Changes in Reporting

When CSR is increasingly morphing into ESG, business measures such as executive remuneration could also be tied to ESG metrics alongside financial performance.

With the combined drivers of regulatory requirements and financial incentives, integration of sustainability reviews in annual reporting will be the trend and necessity in near future. Therefore, companies will need to ensure they could provide accurate and comprehensive ESG information.

Paul Polman, the former CEO of Unilever, recently wrote in the Harvard Business Review that “investors are increasingly asking companies to report on their sustainability performance. Having a set of standards will greatly improve this dialogue and enable both to better understand the relationship between sustainability and financial performance”.

Attention is drawn from ratings to investment approaches. 97% of investors expect companies provide more sustainability disclosures that are audited and material to financial performance, according to a 2019 McKinsey and Company study.

Accountants are already part of the development of these standards. Bodies like the International Federation of Accountants (IFAC) and International Accounting Standards Board (IASB) are pushing for the creation of consistent global criteria against which ESG claims can be judged.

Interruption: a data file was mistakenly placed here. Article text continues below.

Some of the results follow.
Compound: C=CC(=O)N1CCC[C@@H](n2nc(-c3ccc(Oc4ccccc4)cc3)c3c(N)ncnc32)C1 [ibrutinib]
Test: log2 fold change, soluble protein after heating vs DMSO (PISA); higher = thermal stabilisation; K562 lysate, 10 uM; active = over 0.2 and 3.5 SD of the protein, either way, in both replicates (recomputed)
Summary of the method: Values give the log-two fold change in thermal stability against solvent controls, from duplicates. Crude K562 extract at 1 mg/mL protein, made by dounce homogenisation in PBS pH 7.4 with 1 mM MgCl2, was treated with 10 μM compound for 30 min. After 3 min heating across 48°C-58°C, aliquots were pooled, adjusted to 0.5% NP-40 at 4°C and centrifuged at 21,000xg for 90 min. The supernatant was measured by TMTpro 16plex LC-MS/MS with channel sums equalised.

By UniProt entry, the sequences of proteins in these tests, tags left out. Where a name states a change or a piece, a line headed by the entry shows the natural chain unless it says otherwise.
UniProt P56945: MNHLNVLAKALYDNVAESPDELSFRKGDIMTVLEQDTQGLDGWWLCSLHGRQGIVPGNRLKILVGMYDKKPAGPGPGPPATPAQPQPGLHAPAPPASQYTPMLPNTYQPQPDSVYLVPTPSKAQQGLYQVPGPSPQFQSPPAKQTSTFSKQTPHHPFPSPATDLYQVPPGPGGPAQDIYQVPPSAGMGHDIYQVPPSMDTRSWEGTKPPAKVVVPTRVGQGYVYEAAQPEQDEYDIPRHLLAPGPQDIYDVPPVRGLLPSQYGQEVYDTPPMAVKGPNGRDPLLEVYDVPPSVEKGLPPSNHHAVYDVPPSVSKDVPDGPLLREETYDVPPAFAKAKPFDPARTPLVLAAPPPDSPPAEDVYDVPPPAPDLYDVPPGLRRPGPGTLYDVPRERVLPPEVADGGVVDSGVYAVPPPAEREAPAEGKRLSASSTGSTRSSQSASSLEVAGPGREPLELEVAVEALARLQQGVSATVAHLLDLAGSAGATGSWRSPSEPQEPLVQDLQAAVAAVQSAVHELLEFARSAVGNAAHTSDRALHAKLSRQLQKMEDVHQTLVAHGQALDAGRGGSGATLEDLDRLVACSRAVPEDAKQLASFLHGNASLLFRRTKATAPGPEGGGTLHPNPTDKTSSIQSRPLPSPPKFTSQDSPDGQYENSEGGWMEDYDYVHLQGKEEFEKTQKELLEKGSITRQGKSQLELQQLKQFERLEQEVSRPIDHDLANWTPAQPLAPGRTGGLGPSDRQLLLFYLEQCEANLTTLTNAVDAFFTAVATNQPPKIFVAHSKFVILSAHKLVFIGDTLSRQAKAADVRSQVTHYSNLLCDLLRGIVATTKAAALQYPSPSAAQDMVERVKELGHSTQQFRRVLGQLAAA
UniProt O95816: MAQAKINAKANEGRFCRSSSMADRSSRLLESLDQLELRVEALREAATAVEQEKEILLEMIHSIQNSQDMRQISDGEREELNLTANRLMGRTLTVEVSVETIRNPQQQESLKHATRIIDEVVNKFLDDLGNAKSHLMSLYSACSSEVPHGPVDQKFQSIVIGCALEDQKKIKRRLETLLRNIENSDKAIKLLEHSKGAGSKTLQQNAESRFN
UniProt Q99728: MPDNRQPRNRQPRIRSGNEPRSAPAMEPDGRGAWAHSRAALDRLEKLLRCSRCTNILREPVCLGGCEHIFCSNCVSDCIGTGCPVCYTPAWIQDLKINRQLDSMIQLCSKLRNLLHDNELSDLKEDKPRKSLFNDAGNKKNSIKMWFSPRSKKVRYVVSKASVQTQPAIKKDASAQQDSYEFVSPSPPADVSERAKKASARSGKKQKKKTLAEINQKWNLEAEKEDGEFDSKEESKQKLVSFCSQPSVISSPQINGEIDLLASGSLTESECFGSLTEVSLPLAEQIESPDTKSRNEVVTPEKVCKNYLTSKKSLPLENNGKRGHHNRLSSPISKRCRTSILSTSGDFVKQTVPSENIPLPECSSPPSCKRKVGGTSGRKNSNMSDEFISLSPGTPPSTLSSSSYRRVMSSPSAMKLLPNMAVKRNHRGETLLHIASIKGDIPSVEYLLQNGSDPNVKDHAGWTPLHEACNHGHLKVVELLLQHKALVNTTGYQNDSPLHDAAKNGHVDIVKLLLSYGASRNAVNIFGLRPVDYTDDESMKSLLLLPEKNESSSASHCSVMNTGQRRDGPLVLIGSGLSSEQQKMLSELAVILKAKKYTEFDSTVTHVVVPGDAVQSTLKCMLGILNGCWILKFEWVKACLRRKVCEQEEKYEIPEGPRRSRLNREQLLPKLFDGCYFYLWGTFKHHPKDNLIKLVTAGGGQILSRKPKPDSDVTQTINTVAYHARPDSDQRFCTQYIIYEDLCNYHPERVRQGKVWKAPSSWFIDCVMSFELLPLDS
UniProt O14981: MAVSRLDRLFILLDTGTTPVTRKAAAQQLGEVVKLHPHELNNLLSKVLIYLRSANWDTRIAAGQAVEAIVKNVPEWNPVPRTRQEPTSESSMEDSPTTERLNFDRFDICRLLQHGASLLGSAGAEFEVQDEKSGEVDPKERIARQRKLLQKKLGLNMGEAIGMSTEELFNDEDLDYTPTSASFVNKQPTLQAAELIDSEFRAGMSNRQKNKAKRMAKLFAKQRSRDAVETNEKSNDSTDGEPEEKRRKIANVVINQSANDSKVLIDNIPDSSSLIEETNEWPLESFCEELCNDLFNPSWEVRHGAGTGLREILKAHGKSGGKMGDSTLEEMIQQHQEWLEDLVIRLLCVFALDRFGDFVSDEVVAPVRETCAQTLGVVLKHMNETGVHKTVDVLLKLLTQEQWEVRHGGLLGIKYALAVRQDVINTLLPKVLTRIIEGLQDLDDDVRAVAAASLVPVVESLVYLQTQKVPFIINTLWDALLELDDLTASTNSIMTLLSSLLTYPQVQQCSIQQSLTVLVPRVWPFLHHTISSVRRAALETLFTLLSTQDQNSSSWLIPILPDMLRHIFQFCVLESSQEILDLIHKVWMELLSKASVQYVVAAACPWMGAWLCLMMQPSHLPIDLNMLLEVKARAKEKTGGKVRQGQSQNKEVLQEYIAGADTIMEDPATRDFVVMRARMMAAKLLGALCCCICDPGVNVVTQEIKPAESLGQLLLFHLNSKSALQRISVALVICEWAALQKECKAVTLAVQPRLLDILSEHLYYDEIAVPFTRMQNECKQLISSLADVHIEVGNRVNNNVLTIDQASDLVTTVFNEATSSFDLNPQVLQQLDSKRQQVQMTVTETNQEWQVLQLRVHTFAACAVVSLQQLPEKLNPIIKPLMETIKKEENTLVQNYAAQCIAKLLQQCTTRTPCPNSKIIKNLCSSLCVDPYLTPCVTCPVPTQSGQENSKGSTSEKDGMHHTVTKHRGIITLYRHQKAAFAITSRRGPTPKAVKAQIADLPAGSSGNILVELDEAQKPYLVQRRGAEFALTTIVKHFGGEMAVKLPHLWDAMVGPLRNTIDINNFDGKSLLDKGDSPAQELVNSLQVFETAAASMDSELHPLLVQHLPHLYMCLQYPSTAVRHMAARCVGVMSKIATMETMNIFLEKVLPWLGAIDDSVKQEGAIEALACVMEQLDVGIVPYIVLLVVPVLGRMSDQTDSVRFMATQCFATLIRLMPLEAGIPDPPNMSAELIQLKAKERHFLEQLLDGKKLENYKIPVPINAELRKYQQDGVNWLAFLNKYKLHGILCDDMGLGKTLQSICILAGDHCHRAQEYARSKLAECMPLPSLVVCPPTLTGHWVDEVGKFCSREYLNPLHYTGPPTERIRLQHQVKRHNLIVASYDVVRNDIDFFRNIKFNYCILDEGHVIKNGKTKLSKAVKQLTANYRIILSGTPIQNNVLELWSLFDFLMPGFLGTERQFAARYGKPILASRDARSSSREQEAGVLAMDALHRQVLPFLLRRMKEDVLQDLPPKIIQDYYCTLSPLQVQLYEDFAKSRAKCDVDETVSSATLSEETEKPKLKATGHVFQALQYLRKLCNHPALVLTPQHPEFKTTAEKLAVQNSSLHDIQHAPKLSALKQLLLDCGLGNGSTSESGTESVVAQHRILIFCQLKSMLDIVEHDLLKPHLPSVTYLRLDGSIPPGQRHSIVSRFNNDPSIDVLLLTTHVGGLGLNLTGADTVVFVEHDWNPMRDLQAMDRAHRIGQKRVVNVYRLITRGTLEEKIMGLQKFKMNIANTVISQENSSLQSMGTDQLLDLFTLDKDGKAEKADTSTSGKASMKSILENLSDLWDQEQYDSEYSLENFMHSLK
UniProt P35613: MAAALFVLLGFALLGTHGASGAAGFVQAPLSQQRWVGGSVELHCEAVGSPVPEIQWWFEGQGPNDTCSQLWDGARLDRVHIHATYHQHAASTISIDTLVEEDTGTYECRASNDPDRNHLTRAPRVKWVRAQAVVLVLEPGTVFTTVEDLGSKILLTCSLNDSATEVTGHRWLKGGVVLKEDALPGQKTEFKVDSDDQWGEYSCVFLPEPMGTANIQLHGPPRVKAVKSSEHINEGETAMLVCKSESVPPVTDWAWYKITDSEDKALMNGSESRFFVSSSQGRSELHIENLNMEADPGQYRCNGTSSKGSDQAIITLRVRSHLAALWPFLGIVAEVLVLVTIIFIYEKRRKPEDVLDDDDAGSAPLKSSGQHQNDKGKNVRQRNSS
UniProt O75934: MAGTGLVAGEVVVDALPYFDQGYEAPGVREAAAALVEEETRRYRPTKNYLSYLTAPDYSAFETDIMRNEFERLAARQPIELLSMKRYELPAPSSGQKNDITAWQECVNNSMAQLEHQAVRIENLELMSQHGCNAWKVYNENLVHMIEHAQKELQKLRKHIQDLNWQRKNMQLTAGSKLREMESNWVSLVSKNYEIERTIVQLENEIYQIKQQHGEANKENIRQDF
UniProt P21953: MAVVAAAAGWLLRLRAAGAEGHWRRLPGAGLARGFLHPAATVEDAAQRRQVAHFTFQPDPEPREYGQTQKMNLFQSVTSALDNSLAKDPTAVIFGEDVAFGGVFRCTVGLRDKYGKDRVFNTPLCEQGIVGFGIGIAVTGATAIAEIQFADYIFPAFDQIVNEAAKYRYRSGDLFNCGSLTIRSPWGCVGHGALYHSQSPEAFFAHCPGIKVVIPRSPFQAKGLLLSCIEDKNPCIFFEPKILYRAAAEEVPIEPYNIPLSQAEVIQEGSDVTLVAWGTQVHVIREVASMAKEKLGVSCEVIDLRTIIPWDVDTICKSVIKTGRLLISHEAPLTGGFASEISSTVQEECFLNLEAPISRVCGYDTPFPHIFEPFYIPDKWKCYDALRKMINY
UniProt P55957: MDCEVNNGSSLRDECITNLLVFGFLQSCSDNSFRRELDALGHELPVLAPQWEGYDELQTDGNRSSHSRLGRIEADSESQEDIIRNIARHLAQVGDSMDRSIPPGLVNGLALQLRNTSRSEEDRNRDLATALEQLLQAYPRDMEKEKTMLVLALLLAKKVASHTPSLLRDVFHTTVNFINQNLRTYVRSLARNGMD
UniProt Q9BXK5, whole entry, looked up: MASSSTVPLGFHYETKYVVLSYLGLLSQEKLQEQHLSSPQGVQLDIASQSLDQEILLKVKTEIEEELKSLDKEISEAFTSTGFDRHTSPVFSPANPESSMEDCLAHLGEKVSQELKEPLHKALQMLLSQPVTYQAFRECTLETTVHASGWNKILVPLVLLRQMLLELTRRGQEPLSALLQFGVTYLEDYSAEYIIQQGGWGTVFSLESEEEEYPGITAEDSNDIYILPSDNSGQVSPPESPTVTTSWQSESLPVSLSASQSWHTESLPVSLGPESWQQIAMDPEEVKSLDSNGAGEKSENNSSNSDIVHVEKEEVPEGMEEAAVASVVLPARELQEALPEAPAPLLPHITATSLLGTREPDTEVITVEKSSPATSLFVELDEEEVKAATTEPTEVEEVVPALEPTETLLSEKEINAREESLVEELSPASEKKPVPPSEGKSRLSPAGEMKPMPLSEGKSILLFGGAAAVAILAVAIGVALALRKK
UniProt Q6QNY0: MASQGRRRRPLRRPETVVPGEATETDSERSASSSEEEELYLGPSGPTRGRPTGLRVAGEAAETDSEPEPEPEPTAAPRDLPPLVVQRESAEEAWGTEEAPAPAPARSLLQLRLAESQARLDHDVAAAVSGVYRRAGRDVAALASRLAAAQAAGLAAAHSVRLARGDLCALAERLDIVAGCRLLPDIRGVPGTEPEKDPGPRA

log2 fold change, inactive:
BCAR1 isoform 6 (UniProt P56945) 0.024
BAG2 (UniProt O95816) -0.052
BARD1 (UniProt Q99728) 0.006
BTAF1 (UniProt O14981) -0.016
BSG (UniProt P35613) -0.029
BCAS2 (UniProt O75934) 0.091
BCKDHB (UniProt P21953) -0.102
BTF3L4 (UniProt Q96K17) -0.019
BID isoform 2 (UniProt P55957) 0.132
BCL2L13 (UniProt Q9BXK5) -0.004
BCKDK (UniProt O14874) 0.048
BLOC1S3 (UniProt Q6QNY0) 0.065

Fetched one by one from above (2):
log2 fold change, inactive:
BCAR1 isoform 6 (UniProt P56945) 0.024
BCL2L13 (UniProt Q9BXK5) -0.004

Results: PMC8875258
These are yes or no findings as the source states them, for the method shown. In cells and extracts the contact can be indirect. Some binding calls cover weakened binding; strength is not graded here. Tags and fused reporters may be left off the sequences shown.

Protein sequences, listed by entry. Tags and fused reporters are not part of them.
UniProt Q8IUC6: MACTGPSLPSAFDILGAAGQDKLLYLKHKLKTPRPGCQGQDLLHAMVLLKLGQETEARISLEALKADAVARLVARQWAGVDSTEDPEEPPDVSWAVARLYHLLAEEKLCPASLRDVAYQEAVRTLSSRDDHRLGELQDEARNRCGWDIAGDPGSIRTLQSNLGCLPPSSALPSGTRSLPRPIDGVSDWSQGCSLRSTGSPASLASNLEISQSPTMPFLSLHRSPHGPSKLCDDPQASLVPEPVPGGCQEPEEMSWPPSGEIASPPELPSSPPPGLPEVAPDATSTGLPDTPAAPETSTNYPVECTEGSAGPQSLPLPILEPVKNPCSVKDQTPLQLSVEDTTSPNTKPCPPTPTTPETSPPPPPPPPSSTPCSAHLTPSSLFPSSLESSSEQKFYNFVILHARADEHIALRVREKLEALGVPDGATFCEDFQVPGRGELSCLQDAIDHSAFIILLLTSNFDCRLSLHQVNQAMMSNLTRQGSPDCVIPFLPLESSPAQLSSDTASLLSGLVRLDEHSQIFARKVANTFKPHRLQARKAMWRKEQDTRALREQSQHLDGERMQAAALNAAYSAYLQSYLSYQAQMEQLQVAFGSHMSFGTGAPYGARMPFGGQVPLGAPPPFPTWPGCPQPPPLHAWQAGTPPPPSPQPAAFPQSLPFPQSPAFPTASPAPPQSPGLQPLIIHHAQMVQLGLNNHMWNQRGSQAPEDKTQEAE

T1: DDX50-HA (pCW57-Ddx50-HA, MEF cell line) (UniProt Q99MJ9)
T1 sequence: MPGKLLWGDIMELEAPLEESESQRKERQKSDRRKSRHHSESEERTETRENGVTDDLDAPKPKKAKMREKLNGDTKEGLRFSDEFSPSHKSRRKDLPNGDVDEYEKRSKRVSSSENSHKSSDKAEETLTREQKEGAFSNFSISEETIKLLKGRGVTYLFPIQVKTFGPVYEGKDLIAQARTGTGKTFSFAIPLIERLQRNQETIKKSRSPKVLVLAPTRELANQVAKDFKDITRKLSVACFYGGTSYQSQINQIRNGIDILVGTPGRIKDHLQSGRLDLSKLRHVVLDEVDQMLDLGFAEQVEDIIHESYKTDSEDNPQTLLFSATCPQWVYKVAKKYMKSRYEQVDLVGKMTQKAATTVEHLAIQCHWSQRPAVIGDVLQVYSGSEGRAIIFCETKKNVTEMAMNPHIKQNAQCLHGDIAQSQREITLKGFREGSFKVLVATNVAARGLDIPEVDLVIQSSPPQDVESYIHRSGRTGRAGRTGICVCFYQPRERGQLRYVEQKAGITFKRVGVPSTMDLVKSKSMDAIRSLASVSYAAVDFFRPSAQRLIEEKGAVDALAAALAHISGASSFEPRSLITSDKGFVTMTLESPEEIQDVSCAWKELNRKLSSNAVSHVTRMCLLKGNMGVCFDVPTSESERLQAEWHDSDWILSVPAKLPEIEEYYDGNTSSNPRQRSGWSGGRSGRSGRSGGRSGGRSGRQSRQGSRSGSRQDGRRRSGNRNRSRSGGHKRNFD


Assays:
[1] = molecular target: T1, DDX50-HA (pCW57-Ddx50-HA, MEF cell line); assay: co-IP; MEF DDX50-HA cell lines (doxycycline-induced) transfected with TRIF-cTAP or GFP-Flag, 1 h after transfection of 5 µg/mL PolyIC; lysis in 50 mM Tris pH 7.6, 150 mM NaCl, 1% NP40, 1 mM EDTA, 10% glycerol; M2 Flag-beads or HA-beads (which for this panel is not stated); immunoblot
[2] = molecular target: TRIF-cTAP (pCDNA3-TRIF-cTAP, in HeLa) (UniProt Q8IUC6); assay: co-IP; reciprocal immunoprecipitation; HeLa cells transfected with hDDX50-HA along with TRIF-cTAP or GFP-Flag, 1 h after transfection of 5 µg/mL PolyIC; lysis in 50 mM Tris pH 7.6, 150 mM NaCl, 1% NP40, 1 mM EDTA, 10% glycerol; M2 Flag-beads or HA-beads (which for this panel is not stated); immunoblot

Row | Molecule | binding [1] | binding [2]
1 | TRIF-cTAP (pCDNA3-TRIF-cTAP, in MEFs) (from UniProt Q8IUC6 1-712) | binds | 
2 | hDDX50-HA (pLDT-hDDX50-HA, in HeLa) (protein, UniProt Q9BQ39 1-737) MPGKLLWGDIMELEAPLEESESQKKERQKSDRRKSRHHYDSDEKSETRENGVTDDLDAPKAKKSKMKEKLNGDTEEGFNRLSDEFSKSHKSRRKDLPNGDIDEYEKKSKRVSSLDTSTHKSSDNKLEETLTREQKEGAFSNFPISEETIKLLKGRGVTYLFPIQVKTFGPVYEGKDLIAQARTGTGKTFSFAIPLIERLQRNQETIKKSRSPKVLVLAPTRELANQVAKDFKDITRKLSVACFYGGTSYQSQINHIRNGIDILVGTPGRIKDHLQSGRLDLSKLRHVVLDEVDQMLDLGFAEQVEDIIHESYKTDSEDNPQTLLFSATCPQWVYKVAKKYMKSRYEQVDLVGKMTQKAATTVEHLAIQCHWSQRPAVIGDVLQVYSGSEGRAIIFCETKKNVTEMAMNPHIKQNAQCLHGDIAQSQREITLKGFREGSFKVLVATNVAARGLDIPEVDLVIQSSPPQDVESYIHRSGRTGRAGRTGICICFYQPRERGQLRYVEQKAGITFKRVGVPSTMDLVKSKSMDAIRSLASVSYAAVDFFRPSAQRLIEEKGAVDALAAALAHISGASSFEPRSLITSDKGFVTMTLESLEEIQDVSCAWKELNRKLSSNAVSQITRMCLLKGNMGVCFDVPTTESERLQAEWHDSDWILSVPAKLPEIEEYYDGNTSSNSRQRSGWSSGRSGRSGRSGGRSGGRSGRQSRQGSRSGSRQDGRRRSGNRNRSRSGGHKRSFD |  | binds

Climate stability

Waste management

Energy management

Natural resources

Community relations


Product standards

Labour management


Corporate governance

Risk management

Business ethics

The Impact

ESG factors is becoming a fundamental measurement for stakeholders and companies need to show their integration of ESG consideration in business strategy and risk management practices to address their interest.

Failure to demonstrate may damage company’s relationships with key stakeholders, pose risk to company’s brand and market position.

Recent ESG topics that draw the most attention include climate change and social responsibility.

Climate change

Climate change is our era’s defining issue and the market has already begun to treat environmental issues seriously.

Certain climate change assessments and reporting standards are increasingly being codified as legal requirements, and broader climate change disclosure rules are expected to come into force soon.

As the interest of investors heightens and global environmental deadlines are pushing, ESG reporting will soon be no longer voluntary and regulated ESG reporting is all but inevitable.

Contact Our Expertise

Alan Farrelly

Managing Director

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